Progressing further ahead of the warm front, surface temperatures continue to decrease and the freezing rain eventually changes over to sleet. Areas of sleet are located on the colder side (typically north) of the freezing rain band.
Sleet is less prevalent than freezing rain and is defined as frozen raindrops that bounce on impact with the ground or other objects. The diagram below shows a typical temperature profile for sleet with the red line indicating the atmosphere's temperature at any given altitude. The vertical line in the center of the diagram is the freezing line. Temperatures to the left of this line are below freezing, while temperatures to the right are above freezing.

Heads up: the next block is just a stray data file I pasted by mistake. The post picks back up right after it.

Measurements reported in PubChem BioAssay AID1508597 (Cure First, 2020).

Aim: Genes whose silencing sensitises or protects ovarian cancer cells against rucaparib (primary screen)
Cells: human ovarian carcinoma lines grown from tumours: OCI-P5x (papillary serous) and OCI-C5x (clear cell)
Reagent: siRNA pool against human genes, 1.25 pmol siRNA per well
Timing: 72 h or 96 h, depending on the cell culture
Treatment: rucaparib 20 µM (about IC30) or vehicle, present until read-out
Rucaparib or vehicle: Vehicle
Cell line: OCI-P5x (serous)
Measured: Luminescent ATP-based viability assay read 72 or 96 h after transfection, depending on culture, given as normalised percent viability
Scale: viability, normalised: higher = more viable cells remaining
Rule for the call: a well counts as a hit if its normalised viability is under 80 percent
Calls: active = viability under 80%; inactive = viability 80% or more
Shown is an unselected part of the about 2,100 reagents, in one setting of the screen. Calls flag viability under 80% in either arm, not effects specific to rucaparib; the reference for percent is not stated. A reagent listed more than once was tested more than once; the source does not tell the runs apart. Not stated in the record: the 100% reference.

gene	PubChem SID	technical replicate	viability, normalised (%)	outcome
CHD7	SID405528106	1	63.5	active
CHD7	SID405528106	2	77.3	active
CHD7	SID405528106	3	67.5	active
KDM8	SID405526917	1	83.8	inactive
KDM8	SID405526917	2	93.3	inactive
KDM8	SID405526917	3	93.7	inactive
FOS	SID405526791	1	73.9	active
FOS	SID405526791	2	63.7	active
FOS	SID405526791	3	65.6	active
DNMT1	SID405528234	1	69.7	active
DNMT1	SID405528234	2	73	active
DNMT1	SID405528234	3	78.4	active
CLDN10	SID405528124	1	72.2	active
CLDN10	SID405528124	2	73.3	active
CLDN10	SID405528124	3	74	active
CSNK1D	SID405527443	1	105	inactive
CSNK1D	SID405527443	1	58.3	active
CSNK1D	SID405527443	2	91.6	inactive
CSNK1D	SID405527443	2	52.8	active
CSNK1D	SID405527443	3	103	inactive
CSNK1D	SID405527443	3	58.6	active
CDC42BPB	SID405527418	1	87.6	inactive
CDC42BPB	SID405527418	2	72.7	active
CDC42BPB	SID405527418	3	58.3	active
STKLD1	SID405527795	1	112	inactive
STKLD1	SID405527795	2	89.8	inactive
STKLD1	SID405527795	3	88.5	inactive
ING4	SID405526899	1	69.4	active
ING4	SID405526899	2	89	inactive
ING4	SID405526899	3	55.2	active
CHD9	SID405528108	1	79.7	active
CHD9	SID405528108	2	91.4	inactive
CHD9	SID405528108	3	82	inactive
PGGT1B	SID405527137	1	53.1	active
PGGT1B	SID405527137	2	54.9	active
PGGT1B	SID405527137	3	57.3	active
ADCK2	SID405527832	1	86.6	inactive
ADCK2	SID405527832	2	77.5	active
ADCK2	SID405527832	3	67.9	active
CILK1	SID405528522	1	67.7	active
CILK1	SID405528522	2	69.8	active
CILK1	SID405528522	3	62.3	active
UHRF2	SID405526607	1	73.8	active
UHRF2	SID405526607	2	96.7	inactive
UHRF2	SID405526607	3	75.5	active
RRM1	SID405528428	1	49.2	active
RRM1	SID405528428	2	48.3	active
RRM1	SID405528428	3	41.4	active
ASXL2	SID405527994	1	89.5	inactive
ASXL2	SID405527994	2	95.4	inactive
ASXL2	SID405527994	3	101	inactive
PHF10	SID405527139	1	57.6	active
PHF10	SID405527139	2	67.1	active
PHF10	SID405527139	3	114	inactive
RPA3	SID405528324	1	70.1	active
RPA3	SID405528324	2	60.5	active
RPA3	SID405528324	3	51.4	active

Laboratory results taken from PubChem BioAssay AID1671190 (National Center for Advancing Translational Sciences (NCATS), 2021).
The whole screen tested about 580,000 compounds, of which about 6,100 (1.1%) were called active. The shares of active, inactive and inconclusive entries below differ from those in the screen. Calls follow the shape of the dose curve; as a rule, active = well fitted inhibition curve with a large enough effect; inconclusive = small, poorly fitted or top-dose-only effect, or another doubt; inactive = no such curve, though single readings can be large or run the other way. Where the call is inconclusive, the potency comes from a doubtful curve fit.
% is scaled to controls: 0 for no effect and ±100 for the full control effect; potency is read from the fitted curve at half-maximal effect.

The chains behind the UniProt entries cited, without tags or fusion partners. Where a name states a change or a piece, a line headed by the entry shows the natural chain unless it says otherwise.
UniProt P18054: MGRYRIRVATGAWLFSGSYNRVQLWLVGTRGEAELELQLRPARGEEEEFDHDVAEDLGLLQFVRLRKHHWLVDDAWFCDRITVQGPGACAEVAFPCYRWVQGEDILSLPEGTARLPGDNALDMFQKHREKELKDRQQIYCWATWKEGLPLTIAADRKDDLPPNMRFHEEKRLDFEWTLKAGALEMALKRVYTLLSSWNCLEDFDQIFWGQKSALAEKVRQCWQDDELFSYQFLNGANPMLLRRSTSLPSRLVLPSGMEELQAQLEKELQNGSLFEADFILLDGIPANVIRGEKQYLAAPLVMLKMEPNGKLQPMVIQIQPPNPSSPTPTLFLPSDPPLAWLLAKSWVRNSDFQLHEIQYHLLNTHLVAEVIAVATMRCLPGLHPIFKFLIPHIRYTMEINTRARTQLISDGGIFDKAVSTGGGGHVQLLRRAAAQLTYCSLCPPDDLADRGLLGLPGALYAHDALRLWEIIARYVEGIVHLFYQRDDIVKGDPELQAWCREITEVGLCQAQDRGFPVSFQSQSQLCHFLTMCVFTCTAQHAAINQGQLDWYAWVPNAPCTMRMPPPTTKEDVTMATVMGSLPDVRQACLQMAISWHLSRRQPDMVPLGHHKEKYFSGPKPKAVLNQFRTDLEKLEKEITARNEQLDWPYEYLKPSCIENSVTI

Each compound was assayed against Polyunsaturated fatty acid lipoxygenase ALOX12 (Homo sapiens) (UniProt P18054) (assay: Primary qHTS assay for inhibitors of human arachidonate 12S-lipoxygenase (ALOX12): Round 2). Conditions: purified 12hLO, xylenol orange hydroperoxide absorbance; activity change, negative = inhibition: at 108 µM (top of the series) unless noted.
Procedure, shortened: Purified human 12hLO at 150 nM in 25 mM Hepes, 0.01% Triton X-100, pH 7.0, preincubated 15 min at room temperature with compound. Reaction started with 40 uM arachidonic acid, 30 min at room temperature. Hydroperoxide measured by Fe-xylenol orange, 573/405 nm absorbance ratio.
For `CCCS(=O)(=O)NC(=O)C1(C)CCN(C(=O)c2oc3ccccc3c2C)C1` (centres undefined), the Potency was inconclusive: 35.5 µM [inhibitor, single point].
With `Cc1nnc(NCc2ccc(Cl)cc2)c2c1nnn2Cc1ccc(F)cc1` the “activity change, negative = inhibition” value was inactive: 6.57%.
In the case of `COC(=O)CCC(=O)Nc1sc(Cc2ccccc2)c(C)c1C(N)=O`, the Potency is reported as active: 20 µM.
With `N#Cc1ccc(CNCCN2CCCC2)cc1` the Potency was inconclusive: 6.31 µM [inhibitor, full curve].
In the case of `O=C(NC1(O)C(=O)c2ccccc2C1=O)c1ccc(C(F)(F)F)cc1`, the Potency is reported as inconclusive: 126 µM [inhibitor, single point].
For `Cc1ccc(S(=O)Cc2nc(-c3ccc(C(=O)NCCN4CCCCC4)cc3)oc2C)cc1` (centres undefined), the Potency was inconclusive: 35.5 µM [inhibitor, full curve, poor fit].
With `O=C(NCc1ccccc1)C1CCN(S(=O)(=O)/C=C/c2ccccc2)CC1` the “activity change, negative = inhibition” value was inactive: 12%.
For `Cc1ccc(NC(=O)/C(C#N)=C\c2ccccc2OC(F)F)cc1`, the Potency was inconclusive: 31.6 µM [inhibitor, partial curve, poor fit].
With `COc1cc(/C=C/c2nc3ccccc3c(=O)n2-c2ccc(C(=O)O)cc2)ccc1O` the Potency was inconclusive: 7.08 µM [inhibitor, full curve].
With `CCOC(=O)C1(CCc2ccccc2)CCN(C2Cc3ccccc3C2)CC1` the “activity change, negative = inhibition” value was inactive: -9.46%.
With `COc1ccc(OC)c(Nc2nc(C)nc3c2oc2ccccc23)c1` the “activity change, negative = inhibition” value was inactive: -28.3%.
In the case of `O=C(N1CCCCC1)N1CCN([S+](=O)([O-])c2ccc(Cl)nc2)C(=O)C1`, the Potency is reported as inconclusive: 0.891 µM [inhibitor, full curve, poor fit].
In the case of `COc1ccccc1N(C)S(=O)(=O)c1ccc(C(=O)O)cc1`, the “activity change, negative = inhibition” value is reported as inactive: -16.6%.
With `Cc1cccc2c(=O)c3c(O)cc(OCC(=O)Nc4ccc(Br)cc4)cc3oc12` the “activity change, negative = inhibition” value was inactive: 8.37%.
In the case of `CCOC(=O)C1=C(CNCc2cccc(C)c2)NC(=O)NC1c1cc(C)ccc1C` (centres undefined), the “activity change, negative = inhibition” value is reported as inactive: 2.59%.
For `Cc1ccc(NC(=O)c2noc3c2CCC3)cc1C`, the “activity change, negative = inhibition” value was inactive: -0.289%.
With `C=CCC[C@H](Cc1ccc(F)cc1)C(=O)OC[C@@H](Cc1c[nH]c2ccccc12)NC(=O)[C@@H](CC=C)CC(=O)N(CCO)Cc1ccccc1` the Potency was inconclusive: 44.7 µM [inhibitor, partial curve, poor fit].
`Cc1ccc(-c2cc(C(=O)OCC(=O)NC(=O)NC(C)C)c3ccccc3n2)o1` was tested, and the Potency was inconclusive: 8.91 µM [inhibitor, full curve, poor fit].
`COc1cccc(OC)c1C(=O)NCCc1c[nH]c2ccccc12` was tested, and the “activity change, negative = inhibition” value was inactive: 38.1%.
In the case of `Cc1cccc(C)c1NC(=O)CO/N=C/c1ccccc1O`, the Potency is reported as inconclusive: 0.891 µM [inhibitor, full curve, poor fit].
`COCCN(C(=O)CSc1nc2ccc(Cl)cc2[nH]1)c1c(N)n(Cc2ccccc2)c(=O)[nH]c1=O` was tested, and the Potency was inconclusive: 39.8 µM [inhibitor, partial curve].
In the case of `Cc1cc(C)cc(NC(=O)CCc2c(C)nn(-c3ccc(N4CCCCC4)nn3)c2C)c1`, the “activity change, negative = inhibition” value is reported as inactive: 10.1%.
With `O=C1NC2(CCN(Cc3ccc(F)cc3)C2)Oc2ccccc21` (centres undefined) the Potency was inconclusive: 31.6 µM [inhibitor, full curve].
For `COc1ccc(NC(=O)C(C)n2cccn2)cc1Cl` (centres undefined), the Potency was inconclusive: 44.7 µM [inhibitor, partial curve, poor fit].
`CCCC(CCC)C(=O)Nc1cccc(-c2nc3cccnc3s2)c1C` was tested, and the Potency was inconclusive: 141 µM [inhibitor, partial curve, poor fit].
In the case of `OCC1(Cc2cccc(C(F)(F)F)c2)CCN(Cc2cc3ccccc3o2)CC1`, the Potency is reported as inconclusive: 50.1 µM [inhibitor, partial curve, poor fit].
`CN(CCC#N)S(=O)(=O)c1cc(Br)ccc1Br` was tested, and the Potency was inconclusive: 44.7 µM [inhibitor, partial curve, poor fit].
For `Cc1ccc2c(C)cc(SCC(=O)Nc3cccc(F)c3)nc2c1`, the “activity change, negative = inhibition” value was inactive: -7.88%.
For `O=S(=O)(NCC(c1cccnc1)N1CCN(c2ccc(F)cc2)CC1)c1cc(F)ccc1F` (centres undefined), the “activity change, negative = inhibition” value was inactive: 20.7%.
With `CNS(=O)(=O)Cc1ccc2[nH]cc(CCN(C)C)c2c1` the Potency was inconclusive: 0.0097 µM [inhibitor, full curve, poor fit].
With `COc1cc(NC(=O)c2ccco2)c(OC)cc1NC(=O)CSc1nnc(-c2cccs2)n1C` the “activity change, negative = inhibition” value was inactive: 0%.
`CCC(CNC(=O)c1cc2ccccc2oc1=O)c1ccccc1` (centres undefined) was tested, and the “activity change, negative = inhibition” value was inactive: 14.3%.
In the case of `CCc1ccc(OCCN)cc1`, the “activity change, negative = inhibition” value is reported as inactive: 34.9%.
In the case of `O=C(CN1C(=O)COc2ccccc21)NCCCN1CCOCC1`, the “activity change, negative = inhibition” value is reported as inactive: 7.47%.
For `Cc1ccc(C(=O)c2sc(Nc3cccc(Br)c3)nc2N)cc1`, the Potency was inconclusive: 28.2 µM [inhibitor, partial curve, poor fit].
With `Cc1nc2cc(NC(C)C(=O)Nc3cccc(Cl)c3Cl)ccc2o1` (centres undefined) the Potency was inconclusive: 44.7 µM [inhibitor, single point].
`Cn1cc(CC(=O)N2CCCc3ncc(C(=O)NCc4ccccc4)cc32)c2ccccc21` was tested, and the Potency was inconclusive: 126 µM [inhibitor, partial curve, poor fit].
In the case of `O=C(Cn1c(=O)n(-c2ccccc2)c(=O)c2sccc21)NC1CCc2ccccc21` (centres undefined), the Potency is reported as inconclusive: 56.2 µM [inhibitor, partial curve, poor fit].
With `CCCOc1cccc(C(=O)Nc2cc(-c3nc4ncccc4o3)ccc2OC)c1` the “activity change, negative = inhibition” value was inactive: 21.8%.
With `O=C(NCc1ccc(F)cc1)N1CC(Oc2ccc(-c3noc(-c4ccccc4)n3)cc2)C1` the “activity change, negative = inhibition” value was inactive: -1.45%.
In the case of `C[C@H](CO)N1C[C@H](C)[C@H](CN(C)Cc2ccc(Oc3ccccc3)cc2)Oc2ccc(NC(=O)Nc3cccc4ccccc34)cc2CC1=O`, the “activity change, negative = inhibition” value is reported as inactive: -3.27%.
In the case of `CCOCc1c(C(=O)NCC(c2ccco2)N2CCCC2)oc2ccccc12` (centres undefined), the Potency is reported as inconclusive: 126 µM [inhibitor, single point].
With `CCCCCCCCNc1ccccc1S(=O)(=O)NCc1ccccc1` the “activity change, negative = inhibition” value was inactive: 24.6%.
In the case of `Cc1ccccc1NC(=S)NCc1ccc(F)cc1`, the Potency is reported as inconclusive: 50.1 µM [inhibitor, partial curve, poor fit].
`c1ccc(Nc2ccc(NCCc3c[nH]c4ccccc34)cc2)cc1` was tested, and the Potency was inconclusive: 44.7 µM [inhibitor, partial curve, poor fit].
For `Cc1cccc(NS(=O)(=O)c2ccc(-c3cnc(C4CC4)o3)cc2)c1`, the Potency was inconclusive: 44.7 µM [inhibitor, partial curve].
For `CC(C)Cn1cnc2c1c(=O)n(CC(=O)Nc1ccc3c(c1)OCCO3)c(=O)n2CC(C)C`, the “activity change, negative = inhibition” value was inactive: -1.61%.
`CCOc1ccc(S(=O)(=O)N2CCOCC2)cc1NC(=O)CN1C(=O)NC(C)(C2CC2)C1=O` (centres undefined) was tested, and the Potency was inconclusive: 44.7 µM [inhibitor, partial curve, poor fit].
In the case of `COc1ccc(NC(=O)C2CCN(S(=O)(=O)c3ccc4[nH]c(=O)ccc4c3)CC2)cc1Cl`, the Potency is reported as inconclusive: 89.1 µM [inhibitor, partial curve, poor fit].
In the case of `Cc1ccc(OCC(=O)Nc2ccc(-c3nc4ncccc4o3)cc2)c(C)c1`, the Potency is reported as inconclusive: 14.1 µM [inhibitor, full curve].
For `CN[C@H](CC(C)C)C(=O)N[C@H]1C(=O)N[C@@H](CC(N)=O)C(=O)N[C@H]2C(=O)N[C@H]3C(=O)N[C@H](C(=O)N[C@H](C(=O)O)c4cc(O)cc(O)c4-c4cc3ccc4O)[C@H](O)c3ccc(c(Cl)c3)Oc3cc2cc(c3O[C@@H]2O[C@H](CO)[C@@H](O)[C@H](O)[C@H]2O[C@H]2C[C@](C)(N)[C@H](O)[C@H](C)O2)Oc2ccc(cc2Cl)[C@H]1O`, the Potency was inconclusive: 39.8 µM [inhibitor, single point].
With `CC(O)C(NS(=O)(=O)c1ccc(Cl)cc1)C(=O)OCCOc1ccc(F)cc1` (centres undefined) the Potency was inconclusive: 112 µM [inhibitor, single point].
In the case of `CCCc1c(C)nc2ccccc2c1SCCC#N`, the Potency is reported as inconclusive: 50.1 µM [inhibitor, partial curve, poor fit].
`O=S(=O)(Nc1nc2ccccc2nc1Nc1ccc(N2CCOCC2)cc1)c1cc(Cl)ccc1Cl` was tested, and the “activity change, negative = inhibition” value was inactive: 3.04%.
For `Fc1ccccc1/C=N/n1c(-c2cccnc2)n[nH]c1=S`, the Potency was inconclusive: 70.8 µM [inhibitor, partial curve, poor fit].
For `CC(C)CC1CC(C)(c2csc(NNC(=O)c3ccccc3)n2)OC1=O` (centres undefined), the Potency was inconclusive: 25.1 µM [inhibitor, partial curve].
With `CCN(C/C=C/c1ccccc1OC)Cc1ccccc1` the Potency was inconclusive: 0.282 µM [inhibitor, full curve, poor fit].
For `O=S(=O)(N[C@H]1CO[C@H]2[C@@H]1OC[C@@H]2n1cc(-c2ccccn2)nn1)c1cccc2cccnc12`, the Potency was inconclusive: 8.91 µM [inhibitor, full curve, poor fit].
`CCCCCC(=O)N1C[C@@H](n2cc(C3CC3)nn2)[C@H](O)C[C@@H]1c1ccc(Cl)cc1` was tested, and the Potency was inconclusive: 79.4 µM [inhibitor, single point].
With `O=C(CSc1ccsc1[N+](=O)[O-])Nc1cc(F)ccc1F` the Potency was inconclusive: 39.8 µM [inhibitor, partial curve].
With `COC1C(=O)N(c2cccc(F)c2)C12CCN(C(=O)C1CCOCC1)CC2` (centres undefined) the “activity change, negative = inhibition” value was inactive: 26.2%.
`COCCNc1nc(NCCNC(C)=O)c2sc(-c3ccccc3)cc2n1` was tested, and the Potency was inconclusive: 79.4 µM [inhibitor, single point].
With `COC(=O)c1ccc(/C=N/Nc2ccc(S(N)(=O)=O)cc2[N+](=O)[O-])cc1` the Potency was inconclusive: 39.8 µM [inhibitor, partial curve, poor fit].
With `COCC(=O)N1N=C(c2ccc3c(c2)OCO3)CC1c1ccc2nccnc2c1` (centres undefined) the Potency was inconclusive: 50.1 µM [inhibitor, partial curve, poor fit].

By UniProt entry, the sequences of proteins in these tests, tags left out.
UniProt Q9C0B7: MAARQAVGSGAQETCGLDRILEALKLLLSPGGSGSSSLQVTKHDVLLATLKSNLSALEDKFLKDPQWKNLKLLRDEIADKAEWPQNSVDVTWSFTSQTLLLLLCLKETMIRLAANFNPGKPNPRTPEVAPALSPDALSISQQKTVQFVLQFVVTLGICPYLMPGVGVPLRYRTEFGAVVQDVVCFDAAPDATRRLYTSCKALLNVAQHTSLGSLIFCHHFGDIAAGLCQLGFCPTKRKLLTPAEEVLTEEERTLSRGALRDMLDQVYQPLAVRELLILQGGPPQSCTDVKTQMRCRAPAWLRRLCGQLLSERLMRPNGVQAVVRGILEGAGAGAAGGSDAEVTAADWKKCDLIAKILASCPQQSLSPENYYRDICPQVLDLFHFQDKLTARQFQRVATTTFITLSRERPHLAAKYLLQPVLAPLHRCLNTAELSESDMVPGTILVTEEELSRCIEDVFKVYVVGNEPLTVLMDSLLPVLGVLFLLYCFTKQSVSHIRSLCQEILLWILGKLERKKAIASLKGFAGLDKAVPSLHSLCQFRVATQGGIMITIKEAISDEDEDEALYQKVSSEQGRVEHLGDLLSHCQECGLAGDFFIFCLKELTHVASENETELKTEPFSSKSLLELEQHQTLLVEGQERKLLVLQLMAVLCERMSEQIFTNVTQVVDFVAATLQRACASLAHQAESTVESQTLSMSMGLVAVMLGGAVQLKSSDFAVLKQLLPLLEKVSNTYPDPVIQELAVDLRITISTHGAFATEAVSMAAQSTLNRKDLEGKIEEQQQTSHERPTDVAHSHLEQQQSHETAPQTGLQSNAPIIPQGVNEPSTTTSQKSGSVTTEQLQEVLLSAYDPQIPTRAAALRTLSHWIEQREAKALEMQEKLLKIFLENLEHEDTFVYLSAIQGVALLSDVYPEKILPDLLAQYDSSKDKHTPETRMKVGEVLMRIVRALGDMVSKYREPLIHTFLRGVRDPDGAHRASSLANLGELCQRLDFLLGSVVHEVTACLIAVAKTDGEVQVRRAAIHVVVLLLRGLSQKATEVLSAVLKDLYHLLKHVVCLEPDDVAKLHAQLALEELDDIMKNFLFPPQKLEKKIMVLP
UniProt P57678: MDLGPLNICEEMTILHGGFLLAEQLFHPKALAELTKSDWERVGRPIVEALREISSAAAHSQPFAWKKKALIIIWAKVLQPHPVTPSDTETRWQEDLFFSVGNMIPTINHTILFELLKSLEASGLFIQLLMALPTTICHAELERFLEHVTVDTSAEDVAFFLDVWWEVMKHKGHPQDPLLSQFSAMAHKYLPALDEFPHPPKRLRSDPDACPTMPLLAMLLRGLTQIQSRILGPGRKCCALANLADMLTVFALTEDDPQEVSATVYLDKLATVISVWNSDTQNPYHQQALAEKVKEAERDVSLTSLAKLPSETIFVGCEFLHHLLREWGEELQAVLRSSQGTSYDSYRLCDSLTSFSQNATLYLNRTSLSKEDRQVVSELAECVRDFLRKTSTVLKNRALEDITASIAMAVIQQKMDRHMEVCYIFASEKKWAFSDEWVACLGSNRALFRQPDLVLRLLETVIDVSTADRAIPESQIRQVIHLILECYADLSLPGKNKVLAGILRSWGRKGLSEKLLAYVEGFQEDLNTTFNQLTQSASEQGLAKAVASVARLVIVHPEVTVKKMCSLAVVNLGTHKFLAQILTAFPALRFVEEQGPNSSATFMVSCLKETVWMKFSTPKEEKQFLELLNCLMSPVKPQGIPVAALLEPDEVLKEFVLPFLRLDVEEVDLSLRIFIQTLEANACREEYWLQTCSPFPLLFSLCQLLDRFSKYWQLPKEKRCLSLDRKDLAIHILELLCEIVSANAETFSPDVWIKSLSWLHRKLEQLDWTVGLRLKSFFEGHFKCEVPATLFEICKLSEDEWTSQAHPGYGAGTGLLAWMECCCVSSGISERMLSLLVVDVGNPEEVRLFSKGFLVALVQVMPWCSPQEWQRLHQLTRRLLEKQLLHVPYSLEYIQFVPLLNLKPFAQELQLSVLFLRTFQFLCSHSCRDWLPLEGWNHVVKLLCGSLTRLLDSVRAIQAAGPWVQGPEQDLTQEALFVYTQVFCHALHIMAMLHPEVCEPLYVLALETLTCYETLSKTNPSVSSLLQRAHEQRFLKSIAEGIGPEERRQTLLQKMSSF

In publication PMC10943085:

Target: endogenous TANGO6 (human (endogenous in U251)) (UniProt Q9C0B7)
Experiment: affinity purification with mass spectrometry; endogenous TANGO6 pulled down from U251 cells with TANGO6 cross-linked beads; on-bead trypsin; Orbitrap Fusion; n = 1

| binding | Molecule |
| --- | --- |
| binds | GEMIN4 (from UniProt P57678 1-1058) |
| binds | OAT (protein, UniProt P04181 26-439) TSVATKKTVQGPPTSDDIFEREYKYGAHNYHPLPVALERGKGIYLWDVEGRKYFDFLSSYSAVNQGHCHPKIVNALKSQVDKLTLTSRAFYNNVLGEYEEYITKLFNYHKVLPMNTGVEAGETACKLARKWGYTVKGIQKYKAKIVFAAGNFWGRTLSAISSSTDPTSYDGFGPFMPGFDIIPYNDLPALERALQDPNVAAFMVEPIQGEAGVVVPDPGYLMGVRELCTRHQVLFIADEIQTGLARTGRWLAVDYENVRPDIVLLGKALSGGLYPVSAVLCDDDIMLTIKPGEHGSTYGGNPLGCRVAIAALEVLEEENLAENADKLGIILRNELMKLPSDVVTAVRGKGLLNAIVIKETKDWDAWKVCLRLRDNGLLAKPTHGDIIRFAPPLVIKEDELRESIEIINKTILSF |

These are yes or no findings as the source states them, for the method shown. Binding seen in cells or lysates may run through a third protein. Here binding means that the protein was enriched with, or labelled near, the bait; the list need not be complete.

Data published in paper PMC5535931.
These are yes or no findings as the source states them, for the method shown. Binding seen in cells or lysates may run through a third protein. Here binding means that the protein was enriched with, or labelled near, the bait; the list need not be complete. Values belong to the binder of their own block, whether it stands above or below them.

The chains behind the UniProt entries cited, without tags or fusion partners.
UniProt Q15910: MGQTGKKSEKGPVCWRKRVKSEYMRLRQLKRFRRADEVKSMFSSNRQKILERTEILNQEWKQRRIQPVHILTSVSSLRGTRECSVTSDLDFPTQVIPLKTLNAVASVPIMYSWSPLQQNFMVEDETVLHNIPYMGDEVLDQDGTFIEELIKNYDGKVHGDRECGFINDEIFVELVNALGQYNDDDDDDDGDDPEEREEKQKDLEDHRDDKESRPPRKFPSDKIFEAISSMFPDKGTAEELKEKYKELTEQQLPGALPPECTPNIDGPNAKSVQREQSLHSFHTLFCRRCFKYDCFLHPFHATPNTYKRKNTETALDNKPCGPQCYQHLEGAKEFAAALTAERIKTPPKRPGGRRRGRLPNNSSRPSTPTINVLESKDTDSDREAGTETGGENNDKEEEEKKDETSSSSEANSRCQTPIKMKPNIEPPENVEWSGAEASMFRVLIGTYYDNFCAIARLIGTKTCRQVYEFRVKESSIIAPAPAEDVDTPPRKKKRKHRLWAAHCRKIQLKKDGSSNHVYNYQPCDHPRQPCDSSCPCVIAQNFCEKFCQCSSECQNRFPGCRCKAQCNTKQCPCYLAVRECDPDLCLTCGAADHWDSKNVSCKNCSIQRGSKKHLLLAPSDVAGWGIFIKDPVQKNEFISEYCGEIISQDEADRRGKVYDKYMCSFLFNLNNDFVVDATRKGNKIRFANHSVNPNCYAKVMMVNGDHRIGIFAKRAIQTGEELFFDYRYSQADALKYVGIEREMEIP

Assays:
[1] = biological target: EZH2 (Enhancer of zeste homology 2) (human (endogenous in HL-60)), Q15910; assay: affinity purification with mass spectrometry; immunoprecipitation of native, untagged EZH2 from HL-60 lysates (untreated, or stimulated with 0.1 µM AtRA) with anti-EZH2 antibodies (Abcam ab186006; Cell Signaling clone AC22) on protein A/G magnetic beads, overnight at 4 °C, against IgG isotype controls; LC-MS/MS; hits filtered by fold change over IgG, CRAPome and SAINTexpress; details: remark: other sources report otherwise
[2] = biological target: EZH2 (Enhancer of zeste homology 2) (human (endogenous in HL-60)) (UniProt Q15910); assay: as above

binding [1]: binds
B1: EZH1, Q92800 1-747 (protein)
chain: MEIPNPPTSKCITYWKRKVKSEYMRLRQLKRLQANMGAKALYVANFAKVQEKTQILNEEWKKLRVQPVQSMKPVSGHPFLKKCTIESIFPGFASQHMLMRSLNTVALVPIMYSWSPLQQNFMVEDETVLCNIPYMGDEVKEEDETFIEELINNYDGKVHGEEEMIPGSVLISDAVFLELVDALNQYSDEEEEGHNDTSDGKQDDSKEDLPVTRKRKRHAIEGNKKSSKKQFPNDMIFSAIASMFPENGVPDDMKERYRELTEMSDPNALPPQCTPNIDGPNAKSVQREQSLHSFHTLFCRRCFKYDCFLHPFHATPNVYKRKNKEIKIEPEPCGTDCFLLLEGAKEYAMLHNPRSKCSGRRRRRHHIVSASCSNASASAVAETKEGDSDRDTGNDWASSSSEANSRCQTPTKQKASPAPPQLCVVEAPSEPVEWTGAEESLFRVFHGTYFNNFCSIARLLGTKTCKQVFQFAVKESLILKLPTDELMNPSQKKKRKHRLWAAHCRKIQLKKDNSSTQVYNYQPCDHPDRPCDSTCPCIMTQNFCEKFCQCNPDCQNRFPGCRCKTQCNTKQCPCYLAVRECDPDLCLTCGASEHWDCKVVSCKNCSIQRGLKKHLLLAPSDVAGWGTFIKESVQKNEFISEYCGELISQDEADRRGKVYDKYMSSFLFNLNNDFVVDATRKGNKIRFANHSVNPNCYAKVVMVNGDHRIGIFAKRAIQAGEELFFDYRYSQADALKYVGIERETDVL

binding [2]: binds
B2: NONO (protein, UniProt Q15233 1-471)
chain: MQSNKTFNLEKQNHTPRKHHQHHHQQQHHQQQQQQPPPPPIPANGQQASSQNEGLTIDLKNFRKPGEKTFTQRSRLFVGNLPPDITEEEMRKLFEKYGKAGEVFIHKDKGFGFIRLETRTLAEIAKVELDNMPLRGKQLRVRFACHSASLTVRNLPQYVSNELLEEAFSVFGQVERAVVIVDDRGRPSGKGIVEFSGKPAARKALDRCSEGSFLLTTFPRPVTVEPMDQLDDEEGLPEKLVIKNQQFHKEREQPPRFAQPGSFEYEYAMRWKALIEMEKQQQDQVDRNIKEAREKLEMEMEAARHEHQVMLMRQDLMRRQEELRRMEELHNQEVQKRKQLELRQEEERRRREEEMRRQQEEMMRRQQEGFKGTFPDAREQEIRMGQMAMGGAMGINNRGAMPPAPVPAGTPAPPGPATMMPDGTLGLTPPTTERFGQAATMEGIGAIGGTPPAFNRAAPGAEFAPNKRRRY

Sleet is more difficult to forecast than freezing rain because it develops under more specialized atmospheric conditions. It is very similar to freezing rain in that it causes surfaces to become very slick, but is different because its easily visible.